The Washington PostDemocracy Dies in Darkness

Opinion Reparations should include funding for high-quality early education

People line up to speak during a reparations task force meeting at Third Baptist Church in San Francisco on April 13. (Janie Har/AP)
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Regarding the June 2 news article “In report on racism, Calif. task force demands reparations”:

The California report on racism reveals that appalling governmental and societal policies resulted in a culture and cycle of ignorance (lack of education, not lack of intelligence) and poverty — and reparations are necessary to break that cycle. The task force’s vice chair got it exactly right when he said that programmatic solutions in areas such as education and economics would do the job well. The implication is that direct compensation would be ineffectually sprinkled among families. Instead, reparations should include funding for high-quality early education and adult parenting and life-skills classes.

Research reveals that for children — particularly those from low-income backgrounds — to benefit from preschool, it must be of high quality. Opponents note that children without preschool education often reach the academic level of those with a preschool education by grade three. However, many children do not see lasting benefits because early education programs are often underfunded. Importantly, despite equal academic achievements, those who attended high-quality preschool have better life outcomes in terms of higher earning potential, lower crime activity, less teenage pregnancy and so on.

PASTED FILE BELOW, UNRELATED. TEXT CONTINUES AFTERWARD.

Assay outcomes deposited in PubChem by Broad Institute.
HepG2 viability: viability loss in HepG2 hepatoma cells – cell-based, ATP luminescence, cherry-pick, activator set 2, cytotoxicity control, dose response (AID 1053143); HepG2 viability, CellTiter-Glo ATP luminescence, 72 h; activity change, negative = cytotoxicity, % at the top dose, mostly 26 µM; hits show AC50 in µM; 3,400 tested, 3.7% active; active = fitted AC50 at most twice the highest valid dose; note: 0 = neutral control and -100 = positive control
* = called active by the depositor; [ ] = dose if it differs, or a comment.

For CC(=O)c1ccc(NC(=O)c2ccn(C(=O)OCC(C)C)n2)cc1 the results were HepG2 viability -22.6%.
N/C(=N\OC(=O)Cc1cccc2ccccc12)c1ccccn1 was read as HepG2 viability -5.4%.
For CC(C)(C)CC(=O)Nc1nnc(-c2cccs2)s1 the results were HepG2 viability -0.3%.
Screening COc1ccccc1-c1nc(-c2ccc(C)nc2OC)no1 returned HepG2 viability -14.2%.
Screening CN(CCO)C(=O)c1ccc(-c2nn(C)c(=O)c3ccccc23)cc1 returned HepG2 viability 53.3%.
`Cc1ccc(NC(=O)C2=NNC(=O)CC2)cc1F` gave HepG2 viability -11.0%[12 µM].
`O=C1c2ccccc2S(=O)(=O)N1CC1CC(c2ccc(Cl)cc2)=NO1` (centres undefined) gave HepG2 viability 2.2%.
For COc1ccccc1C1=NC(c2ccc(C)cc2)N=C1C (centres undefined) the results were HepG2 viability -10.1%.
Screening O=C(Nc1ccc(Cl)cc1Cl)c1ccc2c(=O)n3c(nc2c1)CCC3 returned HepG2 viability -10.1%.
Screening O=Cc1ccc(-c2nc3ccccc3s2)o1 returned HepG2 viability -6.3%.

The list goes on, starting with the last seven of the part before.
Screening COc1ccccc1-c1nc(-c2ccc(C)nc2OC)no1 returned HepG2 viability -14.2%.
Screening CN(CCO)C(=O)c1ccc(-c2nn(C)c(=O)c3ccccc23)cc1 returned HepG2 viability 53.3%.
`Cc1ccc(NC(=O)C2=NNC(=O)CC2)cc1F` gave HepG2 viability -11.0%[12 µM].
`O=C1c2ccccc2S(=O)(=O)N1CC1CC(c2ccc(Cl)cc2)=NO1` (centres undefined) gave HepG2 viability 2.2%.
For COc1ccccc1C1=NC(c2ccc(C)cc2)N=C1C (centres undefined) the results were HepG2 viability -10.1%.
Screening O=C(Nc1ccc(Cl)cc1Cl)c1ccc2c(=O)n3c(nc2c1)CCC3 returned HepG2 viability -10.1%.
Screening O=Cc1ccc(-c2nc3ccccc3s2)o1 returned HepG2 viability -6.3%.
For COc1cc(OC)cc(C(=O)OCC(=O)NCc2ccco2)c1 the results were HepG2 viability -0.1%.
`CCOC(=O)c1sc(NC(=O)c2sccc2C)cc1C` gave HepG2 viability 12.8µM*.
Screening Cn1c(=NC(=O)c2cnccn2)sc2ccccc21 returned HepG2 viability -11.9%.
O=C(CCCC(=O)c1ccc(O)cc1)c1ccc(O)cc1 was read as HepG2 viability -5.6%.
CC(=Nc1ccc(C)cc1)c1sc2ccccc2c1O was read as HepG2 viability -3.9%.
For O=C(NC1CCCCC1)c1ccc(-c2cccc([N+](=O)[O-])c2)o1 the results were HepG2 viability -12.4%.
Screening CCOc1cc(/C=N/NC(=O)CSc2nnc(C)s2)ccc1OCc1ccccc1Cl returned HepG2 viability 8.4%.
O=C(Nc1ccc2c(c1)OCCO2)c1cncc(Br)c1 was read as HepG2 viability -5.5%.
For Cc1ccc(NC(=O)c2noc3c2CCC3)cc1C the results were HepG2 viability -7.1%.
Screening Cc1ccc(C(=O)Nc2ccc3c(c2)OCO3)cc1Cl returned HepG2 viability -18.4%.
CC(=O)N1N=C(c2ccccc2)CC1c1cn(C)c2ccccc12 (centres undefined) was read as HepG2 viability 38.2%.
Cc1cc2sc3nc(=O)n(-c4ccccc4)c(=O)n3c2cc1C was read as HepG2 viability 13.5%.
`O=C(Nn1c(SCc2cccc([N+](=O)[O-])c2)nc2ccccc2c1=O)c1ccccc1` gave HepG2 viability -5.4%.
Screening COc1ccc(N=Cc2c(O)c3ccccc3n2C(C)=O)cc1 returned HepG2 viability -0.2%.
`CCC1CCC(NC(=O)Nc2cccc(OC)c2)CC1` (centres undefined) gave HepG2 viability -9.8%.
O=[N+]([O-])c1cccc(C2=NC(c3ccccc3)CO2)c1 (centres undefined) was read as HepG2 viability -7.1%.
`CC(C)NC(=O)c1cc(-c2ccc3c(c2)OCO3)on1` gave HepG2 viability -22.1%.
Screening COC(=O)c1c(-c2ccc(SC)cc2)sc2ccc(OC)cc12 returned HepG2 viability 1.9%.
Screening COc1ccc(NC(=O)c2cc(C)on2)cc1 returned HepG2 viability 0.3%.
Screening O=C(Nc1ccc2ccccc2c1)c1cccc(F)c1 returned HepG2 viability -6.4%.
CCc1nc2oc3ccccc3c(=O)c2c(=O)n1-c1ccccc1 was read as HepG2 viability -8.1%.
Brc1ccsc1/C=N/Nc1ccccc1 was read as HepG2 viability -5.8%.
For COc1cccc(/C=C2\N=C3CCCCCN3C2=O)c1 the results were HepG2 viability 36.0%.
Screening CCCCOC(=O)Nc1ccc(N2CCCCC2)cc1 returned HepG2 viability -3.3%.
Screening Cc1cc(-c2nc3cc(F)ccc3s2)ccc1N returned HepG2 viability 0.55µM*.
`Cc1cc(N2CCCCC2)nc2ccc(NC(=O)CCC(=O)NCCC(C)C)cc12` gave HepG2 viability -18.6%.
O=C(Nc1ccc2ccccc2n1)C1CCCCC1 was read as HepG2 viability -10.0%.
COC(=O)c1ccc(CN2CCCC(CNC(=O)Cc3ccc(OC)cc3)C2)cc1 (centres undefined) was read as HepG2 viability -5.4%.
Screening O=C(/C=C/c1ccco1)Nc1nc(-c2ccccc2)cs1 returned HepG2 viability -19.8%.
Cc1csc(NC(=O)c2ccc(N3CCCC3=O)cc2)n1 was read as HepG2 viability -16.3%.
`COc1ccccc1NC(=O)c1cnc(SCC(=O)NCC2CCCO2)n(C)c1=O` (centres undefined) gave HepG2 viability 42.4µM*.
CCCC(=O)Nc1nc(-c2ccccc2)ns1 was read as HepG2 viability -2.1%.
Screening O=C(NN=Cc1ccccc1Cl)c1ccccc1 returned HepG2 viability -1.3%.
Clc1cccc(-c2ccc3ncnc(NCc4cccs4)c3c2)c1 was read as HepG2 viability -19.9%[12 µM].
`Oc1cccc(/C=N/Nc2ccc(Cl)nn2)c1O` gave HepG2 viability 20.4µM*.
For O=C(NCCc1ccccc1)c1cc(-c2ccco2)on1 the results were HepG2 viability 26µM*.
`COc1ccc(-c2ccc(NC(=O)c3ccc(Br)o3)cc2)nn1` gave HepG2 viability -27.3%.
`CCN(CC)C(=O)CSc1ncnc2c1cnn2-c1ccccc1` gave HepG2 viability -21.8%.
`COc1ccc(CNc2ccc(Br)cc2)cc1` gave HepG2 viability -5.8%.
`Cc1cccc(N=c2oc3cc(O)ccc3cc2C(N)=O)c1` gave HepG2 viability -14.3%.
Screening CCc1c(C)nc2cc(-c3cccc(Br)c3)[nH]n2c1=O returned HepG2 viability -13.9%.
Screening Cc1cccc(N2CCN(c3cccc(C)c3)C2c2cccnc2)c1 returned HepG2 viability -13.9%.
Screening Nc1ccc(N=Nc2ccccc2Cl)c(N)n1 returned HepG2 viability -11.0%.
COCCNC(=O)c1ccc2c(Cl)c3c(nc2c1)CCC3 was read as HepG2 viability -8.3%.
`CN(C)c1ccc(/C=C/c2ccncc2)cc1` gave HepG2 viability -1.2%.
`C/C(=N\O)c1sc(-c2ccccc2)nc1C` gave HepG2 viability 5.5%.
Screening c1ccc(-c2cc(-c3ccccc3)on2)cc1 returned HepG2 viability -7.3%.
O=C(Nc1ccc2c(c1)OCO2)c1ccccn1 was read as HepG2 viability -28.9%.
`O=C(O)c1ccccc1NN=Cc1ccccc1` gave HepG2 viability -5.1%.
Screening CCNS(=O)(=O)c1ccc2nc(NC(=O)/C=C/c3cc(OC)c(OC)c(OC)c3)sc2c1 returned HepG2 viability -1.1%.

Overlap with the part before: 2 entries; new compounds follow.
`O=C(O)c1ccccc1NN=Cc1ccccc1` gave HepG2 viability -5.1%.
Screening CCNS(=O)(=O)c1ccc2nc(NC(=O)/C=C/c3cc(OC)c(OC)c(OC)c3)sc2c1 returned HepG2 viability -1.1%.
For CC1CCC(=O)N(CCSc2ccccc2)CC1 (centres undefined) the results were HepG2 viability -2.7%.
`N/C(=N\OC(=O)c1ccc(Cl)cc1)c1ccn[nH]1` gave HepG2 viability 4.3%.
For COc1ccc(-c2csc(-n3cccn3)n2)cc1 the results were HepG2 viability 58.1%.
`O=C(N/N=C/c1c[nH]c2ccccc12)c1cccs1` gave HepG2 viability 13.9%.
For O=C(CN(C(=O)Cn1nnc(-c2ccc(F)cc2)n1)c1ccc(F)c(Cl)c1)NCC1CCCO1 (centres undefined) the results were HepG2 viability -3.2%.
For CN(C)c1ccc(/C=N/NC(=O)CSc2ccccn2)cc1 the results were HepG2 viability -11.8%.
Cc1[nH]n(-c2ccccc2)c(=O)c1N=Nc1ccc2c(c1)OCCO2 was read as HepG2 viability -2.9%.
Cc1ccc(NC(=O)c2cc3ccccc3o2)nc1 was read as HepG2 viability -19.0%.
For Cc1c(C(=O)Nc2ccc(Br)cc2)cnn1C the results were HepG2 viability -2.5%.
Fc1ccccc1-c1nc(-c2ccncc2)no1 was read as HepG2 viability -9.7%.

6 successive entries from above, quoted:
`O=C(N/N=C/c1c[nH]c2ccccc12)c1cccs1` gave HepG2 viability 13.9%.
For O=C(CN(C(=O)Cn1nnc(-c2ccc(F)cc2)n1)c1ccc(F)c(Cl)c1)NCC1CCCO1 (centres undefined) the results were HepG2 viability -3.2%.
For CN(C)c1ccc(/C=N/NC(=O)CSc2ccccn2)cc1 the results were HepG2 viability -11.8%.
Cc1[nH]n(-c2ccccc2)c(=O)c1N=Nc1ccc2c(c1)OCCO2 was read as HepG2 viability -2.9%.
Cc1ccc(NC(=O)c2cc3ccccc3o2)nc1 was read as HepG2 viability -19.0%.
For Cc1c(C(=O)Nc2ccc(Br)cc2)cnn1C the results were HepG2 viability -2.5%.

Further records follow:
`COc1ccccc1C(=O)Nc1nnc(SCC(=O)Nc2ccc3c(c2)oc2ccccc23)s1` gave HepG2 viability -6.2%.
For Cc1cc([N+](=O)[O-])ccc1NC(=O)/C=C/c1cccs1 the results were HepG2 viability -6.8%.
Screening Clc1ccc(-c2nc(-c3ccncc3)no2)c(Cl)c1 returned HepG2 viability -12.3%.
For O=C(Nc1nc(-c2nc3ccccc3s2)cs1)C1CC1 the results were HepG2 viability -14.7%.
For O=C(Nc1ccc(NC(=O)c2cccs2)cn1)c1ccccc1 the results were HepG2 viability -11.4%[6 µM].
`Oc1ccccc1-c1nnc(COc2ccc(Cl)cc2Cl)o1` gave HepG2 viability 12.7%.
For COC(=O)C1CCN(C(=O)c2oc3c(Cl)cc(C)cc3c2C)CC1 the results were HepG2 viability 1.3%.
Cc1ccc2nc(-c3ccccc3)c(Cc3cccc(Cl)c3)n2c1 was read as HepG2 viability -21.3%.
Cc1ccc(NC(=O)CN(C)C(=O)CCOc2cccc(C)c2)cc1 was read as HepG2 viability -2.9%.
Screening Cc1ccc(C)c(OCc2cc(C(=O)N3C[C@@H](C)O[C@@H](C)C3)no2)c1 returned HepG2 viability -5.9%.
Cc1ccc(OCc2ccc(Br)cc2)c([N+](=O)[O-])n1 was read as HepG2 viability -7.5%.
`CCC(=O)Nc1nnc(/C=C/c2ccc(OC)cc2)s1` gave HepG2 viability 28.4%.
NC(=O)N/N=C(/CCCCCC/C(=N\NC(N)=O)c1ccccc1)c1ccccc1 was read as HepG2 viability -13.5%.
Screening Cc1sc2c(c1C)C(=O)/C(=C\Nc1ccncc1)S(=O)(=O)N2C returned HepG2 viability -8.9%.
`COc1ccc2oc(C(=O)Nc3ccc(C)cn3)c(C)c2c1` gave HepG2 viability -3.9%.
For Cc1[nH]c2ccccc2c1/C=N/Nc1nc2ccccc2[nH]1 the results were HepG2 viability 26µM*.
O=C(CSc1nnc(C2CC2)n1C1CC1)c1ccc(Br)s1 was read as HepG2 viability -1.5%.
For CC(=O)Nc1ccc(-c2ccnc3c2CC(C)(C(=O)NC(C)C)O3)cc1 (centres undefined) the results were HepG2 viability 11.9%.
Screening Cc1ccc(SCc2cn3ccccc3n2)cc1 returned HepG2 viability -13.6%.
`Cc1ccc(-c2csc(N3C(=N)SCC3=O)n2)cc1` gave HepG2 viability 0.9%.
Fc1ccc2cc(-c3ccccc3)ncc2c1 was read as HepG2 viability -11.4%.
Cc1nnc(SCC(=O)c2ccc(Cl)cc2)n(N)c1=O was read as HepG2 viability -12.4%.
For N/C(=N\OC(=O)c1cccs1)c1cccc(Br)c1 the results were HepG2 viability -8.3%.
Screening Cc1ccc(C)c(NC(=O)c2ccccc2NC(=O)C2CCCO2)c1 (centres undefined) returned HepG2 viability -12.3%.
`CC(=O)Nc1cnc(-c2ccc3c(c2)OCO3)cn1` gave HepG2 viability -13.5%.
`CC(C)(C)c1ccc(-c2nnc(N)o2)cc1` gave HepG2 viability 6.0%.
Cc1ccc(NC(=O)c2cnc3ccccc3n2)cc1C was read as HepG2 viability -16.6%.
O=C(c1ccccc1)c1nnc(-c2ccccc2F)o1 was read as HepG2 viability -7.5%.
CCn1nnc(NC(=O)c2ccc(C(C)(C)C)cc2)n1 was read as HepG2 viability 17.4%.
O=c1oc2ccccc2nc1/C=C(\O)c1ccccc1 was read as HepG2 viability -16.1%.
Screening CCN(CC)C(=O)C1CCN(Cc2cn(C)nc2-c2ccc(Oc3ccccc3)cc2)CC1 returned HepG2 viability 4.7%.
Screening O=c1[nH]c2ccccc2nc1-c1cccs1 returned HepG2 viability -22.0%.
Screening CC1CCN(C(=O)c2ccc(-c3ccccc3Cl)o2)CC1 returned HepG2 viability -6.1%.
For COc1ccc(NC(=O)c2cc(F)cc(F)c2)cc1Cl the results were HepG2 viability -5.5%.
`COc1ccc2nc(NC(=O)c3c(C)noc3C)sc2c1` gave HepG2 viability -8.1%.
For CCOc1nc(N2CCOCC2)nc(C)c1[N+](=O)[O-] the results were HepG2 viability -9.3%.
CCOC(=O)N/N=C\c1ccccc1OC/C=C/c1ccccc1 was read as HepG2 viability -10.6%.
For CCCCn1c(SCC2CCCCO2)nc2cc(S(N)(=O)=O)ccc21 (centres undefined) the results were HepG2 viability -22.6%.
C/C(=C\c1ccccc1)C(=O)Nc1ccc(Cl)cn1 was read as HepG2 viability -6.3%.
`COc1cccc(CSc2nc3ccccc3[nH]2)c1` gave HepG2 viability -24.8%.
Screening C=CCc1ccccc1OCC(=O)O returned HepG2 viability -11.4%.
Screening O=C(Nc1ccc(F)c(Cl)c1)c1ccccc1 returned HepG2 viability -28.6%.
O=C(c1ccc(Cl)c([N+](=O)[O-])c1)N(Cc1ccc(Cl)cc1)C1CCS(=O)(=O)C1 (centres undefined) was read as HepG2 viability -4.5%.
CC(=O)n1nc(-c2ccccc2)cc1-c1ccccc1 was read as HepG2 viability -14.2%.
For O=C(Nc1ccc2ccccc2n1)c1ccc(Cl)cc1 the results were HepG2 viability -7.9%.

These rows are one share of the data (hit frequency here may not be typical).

Additionally, adults should be offered parenting and life-skills classes. Child care and transportation should be provided when necessary — anything to make the classes accessible, meaningful and able to effectively interrupt the persisting spiral of failure.

The expense would be justified by the long-term societal rewards.

Leonard Kuentz, Gaithersburg